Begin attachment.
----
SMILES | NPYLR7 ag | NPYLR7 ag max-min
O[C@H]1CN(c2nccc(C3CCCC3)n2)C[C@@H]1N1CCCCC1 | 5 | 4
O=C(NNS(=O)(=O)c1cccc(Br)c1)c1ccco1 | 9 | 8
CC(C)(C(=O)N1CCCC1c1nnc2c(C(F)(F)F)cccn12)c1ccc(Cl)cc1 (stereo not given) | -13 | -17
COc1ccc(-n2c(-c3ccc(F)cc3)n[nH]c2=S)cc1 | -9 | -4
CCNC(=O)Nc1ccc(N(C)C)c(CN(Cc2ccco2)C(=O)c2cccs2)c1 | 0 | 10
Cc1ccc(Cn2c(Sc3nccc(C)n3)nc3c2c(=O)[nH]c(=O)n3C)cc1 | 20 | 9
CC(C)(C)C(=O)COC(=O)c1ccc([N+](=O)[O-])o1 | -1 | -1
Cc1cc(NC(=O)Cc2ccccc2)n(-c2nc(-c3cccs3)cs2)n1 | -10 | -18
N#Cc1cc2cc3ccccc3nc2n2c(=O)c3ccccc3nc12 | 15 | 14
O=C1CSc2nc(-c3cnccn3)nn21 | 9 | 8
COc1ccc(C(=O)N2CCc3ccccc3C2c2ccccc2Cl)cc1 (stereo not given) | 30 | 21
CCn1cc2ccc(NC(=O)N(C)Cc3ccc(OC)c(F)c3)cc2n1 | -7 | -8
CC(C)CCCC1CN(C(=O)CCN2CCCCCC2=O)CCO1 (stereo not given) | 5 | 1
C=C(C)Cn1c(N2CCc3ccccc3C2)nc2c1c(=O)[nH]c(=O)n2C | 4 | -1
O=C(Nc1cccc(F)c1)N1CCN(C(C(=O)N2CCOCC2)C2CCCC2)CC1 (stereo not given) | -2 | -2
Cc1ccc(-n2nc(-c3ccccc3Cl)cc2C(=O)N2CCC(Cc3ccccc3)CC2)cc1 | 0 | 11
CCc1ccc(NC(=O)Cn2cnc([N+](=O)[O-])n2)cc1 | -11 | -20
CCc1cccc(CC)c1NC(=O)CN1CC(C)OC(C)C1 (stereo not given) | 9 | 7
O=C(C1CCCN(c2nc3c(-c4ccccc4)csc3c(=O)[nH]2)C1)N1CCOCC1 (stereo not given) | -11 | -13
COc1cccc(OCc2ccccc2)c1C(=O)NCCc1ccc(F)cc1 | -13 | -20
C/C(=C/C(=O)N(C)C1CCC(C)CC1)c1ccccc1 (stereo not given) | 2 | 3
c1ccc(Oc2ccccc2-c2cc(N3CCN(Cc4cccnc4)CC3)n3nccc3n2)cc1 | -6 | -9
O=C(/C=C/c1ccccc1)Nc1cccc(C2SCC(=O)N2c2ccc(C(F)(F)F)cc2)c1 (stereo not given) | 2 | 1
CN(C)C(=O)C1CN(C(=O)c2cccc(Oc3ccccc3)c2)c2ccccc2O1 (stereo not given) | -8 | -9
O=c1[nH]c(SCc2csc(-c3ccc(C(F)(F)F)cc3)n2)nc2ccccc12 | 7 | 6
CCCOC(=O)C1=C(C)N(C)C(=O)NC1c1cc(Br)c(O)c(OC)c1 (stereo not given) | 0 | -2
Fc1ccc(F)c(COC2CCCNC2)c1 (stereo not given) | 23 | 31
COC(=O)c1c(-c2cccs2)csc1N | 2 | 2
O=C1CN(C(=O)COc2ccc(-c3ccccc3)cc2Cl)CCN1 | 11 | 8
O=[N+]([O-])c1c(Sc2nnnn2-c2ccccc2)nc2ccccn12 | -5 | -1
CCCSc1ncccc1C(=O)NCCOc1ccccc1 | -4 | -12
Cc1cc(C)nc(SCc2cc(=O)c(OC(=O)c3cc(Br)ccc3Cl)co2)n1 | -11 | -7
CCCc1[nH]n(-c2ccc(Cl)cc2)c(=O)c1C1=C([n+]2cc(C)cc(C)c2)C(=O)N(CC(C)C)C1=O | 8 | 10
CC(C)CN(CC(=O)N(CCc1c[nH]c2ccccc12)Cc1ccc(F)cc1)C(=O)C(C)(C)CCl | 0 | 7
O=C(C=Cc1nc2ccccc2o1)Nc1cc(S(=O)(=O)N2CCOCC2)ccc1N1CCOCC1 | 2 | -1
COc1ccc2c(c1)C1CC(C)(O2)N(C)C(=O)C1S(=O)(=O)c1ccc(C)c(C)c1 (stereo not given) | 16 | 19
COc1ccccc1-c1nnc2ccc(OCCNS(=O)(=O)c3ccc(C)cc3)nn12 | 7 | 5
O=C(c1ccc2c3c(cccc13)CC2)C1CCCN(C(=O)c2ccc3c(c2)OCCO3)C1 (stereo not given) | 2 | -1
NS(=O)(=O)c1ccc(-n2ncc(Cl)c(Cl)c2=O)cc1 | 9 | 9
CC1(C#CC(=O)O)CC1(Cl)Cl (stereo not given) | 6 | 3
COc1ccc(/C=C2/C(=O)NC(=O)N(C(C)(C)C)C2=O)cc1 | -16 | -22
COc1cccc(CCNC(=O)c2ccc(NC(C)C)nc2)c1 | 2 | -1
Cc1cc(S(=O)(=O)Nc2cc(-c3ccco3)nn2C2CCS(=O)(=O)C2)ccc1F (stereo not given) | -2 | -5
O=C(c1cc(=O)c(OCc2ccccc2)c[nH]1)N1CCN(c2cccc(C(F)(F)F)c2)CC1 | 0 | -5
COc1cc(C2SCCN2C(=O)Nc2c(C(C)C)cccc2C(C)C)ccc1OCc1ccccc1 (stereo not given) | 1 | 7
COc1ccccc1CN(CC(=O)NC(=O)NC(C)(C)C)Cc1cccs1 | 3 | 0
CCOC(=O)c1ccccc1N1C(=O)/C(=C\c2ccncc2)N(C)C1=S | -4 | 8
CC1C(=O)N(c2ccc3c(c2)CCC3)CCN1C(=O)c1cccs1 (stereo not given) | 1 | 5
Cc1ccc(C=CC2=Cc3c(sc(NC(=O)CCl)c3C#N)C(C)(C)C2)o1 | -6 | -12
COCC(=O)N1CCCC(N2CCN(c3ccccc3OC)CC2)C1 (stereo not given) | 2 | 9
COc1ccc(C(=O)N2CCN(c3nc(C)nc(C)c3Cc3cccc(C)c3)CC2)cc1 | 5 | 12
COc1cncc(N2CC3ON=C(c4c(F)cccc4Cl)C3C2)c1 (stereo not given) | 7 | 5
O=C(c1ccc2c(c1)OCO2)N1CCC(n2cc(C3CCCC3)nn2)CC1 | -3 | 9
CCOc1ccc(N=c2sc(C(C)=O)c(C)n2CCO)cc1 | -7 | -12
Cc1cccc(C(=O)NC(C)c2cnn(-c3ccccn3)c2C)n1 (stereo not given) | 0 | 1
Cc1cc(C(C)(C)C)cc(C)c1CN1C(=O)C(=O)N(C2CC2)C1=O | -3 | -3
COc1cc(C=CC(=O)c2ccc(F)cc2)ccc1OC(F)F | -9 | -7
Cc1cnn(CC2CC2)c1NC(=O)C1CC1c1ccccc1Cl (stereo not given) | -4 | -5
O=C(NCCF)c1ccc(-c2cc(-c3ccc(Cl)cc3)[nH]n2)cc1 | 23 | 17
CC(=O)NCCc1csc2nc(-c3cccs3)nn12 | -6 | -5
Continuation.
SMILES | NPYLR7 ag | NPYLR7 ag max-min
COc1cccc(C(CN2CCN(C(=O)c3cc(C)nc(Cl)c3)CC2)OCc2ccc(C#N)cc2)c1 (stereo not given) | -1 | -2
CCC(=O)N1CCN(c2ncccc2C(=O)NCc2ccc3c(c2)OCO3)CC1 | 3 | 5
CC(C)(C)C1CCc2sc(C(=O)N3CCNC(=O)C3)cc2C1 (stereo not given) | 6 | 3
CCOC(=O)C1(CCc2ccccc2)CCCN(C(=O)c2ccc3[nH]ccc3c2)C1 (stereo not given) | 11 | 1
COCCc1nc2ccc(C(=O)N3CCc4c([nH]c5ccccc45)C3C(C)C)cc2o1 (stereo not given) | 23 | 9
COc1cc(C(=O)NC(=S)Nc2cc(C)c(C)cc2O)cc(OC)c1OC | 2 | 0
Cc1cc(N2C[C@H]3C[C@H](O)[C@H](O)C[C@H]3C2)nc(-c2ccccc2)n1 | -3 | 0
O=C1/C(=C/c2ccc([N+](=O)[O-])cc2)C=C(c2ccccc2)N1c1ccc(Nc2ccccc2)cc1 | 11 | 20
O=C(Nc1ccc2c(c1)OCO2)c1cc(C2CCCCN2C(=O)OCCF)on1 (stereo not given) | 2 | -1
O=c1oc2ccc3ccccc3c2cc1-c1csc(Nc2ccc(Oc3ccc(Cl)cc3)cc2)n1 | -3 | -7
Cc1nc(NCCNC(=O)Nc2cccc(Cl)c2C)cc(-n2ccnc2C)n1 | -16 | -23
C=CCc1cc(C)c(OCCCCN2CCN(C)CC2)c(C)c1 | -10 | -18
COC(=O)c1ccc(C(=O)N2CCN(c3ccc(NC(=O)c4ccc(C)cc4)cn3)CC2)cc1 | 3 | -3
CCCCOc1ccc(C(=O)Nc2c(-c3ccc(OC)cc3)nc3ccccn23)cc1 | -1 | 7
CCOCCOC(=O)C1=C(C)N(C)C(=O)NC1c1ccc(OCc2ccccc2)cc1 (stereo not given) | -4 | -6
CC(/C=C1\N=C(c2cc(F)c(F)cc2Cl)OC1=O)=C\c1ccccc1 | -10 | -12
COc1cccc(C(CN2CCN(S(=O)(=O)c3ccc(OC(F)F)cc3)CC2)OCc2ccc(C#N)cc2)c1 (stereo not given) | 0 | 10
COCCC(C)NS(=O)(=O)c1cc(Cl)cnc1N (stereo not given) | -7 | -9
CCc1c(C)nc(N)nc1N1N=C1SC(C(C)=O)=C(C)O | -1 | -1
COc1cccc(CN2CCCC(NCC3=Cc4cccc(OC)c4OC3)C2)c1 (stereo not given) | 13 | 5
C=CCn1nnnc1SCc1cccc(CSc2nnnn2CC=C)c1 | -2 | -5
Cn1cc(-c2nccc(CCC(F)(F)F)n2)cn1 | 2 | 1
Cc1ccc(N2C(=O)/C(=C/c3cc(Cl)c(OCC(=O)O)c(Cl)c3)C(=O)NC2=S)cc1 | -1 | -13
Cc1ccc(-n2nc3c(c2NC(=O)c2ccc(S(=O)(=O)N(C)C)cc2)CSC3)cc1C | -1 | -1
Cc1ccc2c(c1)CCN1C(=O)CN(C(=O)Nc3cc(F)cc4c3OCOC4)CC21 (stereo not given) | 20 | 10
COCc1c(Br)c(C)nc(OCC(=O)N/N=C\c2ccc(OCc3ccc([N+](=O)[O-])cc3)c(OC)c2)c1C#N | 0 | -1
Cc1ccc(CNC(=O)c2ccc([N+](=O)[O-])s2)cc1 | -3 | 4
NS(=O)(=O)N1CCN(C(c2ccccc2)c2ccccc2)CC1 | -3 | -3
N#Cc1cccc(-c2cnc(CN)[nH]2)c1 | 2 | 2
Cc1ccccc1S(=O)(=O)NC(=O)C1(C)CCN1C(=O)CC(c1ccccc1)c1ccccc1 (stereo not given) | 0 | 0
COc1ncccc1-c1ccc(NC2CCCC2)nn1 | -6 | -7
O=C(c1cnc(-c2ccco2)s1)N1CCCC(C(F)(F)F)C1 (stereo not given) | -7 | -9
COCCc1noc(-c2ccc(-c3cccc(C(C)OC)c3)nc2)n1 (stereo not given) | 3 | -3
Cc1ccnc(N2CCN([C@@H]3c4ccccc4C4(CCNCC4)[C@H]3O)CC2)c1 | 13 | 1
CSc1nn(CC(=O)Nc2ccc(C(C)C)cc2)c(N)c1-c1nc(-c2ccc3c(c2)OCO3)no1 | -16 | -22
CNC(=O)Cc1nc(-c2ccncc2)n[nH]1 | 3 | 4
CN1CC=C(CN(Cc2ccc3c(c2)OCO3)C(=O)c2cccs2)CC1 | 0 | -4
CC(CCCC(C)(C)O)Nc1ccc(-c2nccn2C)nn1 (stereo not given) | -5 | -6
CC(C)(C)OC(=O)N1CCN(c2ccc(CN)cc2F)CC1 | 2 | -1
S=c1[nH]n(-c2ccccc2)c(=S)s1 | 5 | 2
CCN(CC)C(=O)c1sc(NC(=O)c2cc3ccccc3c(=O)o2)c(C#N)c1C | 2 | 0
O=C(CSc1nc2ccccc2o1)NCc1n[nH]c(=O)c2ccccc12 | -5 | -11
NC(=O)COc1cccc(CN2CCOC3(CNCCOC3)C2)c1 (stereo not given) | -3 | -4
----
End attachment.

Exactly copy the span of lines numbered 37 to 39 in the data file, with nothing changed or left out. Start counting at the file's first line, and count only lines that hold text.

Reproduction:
COc1ccc2c(c1)C1CC(C)(O2)N(C)C(=O)C1S(=O)(=O)c1ccc(C)c(C)c1 (stereo not given) | 16 | 19
COc1ccccc1-c1nnc2ccc(OCCNS(=O)(=O)c3ccc(C)cc3)nn12 | 7 | 5
O=C(c1ccc2c3c(cccc13)CC2)C1CCCN(C(=O)c2ccc3c(c2)OCCO3)C1 (stereo not given) | 2 | -1